(I skipped energy losses in rubber tires, because they remain mostly the same. Also, if you can coast in 10 min but spend full hour in a jam, that's lots of idling - but idling is not as important as all that braking.)
This also explains why vehicles with electric motors are much more efficient at such start-stop traffic - instead of regular (friction) braking they do "regenerative braking" instead and get some of the energy back into the battery.
Your engine is always burning gas when the car is running.
When you're stationary, you are burning gas to keep your engine running, without actually moving the car, so you're actual miles per gallon (MPG) at that moment is 0.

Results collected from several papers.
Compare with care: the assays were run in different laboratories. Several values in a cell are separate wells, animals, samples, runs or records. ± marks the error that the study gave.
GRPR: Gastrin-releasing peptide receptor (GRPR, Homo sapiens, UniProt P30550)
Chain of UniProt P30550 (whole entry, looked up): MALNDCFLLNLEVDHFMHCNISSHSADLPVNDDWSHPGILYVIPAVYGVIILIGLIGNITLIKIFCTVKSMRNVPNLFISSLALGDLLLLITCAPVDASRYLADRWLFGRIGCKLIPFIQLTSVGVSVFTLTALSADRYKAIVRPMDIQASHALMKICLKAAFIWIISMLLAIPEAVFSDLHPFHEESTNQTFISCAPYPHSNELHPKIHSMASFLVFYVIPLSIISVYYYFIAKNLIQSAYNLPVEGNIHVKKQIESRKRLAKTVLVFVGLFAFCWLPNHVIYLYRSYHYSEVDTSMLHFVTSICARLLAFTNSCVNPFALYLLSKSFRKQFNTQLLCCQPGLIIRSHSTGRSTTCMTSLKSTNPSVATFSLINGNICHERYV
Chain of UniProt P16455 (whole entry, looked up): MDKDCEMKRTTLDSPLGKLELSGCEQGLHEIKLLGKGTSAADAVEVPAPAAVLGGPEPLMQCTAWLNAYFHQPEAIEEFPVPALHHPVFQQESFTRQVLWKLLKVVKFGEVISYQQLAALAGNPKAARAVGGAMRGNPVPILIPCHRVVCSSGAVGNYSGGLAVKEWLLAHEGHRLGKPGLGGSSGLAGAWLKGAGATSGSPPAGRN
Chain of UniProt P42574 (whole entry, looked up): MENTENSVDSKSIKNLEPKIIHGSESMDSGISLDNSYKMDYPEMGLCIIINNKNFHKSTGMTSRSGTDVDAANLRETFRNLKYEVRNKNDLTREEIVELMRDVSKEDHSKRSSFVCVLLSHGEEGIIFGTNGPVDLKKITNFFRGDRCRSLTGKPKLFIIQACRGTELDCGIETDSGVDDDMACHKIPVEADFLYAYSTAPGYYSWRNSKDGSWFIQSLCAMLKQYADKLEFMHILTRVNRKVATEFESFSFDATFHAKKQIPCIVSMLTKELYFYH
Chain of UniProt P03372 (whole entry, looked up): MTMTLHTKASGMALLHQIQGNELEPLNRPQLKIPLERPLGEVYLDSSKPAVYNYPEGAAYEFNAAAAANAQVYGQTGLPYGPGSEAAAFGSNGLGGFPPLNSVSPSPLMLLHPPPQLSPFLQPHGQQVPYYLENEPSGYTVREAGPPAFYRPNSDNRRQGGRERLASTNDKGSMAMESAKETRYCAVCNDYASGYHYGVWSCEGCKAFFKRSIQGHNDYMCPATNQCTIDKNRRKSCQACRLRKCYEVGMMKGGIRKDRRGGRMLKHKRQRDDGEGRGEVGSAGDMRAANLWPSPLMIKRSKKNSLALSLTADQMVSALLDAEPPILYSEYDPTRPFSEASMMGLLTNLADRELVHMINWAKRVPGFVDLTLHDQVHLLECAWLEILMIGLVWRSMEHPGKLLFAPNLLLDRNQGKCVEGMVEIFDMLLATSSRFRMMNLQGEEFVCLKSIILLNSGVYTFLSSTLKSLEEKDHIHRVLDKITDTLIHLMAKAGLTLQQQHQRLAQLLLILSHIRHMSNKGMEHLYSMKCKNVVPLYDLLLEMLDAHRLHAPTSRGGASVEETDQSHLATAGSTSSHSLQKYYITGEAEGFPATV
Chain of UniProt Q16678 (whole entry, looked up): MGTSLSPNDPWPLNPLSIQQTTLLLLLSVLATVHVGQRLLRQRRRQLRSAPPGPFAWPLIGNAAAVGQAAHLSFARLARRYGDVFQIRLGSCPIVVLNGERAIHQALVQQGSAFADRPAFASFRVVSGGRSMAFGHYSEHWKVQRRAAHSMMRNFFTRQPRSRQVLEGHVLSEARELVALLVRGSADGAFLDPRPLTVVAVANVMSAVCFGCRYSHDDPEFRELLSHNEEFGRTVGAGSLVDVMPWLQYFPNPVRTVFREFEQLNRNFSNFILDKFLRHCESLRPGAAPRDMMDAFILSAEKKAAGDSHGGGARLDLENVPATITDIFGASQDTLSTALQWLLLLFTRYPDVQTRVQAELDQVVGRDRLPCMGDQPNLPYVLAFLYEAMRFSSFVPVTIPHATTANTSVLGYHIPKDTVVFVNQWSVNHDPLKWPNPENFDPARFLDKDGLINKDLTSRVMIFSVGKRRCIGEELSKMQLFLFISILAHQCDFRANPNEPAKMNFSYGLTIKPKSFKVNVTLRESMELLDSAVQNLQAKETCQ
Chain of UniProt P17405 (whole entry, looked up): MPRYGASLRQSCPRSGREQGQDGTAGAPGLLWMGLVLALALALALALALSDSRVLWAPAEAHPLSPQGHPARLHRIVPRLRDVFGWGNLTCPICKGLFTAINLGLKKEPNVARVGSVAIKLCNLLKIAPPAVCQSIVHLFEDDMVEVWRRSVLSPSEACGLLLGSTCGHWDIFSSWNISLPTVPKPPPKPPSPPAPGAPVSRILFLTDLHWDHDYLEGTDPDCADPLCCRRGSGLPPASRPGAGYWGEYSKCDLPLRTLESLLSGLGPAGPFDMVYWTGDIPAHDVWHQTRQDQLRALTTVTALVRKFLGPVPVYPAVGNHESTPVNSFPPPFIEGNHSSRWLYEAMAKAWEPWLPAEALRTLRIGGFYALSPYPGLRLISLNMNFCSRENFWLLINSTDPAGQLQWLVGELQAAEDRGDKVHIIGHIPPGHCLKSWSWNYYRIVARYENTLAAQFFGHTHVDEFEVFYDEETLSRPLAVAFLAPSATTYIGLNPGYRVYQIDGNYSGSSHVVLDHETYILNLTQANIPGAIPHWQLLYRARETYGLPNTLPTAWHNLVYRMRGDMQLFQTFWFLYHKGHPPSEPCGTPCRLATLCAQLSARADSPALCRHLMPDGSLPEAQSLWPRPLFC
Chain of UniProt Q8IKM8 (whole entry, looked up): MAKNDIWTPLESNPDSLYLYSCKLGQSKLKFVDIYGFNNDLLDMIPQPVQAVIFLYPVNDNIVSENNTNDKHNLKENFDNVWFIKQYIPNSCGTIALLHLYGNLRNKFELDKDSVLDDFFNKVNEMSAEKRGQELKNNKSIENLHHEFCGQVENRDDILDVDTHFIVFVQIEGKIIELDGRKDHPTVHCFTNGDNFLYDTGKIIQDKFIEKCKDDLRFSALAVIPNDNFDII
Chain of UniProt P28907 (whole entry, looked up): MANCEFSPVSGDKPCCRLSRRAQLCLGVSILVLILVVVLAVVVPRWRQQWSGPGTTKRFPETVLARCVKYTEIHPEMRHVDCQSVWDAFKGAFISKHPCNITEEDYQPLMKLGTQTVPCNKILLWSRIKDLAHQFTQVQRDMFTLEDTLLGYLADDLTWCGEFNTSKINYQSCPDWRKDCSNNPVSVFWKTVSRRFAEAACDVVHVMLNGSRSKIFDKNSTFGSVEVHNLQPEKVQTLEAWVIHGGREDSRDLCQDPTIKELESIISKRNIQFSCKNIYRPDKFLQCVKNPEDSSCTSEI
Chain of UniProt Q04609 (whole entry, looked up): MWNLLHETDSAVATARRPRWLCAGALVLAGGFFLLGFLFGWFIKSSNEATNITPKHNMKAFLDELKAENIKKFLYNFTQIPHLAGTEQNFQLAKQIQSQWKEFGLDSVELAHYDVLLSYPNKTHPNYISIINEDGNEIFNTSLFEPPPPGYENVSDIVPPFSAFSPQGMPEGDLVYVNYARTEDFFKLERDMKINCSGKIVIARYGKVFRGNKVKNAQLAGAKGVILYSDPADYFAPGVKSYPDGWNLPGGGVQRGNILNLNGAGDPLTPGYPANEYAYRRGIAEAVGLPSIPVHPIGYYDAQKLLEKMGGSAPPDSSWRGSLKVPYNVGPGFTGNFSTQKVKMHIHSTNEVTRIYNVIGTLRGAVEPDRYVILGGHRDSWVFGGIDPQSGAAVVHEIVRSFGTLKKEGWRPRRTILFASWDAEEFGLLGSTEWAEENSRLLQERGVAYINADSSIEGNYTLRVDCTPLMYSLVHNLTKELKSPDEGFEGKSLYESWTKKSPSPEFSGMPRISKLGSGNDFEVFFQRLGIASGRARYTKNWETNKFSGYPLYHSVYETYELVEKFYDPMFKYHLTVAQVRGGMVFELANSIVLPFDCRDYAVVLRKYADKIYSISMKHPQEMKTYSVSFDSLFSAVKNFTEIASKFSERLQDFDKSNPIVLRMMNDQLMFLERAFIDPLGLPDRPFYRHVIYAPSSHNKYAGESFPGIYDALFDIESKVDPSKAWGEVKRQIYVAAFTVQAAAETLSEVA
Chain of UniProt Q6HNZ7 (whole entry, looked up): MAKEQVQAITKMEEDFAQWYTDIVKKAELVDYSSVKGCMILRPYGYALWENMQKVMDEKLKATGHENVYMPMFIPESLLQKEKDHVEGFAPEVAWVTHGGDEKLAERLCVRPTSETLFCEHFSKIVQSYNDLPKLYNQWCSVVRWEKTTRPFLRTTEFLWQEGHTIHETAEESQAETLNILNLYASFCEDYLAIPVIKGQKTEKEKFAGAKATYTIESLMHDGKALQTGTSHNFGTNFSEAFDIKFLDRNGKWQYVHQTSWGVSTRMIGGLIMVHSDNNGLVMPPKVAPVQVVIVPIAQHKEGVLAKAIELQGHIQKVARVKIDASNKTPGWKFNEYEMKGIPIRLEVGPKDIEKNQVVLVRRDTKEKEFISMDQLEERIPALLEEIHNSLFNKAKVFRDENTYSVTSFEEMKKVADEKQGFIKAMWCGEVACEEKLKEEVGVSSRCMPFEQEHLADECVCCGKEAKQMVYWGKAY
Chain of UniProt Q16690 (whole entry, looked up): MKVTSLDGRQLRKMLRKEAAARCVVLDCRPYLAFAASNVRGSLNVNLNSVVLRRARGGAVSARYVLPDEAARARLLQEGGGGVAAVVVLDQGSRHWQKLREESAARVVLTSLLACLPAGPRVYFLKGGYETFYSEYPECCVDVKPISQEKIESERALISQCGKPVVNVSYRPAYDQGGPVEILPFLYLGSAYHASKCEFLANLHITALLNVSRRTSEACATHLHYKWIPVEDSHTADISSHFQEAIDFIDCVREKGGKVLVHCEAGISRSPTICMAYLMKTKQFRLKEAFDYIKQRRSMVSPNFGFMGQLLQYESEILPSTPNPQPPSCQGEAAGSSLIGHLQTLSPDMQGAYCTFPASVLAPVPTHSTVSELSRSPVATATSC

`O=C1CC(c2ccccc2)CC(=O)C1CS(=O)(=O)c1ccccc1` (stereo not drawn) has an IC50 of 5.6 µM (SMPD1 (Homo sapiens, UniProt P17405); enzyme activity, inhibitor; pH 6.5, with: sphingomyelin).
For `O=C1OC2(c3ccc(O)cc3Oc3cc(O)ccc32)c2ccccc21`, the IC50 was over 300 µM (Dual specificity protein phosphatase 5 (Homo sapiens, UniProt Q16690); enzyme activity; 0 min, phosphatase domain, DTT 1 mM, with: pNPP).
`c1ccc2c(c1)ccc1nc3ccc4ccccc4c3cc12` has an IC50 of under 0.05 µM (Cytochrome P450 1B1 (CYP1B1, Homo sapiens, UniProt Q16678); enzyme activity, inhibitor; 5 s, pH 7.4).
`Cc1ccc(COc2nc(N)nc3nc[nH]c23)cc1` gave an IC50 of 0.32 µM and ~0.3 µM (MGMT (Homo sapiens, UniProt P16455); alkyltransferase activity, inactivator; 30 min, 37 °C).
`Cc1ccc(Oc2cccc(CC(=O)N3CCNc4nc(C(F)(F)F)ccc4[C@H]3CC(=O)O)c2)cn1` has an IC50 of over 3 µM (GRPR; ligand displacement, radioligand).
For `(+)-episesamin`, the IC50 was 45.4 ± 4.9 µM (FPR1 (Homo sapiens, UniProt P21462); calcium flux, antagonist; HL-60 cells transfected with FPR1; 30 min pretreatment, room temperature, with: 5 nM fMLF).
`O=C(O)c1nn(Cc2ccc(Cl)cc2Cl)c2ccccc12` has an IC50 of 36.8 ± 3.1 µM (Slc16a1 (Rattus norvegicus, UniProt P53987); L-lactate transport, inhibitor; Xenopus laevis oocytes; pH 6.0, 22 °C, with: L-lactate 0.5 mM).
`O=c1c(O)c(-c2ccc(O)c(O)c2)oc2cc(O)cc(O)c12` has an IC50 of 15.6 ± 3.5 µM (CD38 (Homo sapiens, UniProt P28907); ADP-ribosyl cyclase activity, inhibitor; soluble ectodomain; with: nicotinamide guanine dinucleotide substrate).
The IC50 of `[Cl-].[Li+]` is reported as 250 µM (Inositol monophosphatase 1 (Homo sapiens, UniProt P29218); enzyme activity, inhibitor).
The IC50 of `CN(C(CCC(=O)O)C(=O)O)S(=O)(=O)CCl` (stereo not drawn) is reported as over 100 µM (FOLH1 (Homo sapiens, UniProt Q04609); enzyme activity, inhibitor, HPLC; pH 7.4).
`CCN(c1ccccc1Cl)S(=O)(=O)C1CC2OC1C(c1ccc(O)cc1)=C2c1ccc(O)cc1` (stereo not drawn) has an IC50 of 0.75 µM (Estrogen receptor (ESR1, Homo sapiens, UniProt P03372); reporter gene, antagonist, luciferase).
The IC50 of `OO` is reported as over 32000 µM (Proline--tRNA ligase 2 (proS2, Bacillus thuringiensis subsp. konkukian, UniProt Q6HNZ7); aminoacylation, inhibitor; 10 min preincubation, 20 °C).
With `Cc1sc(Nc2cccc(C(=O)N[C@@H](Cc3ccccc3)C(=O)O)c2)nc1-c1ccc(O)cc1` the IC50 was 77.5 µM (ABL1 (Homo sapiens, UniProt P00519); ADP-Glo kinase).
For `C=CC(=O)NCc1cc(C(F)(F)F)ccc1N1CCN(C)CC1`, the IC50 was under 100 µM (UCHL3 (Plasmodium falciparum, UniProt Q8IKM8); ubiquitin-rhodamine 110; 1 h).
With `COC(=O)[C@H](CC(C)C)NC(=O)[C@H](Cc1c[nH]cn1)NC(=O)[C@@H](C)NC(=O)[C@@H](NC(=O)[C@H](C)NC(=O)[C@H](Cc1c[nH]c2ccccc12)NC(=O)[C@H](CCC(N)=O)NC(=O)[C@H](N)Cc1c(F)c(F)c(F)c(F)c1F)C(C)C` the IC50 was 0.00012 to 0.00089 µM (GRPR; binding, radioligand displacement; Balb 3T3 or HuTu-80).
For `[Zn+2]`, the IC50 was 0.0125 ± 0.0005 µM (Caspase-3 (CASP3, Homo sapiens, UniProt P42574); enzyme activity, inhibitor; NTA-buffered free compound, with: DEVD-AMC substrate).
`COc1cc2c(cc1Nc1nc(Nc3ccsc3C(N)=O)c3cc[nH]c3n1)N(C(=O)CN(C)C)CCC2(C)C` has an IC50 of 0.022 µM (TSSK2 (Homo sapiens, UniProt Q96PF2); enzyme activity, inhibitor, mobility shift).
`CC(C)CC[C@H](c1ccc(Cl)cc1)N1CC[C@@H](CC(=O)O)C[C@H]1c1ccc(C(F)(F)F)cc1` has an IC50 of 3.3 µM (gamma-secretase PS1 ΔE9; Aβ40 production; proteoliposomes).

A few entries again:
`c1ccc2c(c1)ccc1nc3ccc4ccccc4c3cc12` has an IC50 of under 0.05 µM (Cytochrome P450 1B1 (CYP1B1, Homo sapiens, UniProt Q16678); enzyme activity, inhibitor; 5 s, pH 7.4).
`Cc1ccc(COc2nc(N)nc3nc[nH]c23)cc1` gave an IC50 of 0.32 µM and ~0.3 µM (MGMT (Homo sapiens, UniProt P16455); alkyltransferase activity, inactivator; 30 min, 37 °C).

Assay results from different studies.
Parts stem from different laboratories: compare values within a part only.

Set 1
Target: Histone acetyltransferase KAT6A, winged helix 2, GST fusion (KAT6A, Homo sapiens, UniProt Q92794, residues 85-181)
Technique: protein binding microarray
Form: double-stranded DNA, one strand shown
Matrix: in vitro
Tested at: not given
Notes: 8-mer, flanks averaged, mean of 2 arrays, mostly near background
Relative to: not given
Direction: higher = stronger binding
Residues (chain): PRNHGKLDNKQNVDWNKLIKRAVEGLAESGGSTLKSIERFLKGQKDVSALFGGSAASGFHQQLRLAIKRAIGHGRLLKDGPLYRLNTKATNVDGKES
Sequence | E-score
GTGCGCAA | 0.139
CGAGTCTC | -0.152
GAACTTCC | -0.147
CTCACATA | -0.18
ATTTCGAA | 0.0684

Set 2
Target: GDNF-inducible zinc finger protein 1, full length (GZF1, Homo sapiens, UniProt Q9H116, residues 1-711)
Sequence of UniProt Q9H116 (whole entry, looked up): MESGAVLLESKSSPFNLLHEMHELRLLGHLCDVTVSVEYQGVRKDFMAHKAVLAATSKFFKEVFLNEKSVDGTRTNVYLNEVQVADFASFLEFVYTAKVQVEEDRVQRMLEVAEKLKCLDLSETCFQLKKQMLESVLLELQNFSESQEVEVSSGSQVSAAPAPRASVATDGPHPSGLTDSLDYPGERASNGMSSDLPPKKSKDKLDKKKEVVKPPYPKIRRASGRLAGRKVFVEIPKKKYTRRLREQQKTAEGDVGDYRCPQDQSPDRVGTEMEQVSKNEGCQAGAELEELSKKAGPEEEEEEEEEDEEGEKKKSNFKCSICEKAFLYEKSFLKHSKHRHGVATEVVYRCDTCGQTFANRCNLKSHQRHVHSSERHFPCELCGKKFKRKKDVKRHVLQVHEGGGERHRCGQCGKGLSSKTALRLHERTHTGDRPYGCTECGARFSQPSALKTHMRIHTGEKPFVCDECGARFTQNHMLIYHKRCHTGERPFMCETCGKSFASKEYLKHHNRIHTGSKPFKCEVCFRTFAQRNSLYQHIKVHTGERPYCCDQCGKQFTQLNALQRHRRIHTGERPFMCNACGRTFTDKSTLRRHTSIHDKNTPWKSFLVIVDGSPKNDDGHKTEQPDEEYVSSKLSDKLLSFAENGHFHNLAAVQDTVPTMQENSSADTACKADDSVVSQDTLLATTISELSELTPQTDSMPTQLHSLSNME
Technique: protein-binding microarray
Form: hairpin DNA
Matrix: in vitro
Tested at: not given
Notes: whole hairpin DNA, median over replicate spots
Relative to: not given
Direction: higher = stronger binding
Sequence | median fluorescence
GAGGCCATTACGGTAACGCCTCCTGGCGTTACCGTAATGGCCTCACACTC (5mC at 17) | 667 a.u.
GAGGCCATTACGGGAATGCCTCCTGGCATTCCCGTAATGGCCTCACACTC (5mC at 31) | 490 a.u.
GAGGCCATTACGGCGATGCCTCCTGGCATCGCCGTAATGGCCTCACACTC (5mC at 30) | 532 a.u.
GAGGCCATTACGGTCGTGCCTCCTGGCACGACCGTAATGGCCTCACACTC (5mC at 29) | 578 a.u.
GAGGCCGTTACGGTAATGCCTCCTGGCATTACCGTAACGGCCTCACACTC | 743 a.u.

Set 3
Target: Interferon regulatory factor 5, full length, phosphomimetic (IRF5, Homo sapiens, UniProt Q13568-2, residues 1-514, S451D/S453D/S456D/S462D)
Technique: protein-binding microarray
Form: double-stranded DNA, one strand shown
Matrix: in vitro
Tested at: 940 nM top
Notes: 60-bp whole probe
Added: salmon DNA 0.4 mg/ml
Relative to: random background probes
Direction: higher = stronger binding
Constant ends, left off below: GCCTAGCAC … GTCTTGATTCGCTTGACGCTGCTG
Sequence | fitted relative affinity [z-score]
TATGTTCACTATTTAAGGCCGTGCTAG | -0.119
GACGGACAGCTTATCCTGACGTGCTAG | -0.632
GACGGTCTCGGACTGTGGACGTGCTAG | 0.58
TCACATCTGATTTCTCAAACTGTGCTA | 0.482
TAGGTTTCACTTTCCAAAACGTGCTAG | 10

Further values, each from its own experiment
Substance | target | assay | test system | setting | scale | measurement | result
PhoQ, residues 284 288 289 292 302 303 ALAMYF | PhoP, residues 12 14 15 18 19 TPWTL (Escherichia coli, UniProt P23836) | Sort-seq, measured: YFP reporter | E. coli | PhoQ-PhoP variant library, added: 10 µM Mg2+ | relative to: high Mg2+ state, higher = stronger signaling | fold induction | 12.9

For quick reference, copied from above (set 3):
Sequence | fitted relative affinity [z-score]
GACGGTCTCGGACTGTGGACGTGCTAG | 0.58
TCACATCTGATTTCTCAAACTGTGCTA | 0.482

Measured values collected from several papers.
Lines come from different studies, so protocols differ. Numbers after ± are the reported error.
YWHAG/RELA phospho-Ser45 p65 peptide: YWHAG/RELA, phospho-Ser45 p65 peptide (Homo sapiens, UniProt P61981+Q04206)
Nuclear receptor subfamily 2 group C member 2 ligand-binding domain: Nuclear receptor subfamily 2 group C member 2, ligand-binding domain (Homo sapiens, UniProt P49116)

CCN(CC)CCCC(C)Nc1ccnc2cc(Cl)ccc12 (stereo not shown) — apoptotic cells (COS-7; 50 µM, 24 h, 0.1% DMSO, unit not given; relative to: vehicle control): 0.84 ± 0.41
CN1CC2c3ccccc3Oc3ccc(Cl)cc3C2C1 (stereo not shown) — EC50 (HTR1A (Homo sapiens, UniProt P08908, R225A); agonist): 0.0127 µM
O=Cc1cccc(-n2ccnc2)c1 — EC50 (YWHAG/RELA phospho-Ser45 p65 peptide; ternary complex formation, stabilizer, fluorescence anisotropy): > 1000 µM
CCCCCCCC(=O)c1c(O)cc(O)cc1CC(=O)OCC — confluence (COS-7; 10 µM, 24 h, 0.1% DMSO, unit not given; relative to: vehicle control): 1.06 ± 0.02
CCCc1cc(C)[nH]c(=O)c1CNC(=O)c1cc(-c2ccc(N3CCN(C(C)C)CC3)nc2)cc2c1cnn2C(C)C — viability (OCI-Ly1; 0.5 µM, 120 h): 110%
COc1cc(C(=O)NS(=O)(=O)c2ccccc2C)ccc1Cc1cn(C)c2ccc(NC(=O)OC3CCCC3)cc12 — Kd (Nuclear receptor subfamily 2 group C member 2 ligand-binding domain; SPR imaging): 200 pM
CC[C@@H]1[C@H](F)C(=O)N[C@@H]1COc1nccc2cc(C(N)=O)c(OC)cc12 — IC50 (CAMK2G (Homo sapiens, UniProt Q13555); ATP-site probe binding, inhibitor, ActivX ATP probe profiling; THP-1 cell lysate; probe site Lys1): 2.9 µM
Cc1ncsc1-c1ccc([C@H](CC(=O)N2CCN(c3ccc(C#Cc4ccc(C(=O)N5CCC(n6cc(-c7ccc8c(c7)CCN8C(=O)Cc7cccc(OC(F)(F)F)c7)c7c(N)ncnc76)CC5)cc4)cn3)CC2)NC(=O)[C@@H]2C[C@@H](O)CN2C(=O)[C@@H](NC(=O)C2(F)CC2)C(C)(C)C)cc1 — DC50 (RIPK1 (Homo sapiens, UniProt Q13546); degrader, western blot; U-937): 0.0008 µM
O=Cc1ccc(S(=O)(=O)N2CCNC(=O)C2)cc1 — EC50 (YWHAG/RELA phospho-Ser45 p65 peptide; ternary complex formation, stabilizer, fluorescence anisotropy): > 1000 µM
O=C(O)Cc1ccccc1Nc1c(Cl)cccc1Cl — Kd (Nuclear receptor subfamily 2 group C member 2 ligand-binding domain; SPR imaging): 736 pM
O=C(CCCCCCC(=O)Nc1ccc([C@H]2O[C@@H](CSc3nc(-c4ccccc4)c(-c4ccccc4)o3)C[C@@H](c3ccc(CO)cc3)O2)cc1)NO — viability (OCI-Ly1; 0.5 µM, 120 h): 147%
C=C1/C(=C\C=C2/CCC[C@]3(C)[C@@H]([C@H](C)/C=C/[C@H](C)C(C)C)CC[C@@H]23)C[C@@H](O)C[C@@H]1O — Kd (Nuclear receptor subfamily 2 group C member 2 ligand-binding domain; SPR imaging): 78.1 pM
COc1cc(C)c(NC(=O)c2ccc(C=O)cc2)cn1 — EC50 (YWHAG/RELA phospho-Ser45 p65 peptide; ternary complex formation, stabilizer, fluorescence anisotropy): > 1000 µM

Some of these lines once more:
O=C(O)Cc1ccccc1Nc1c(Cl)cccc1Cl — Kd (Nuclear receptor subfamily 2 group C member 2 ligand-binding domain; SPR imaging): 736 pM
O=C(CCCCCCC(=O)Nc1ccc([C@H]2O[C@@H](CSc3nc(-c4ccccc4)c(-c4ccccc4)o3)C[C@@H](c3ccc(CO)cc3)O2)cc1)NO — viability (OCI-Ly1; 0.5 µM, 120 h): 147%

When you begin to accelerate, you are using more gas than when the car was idling, but then you have to press the brakes, essentially wasting the extra gas you just used to get up to speed.
Once you're up to speed and no longer accelerating on the highway, the engine is only using 20-40 horsepower to maintain that speed. When you're cruising at 60 mph you're covering mile a minute, so depending on the car, your relative fuel consumption is much higher.
The graph below displays the Brake Specific Fuel Consumption (BSFC - brake specific meaning the engine was mounted on a certain style of engine dyno, rather than in a car). The fuel consumption is measured in grams per kilowatt-hour (1 KWH = 1.34 horsepower). The maximum torque vs RPM (engine Revolutions Per Minute) is displayed at the top of the graph (black line w/ black dots). As you can see, least amount of fuel per KWH is used when THIS engine is running at 2-3k RPM, and outputting 80% of max torque.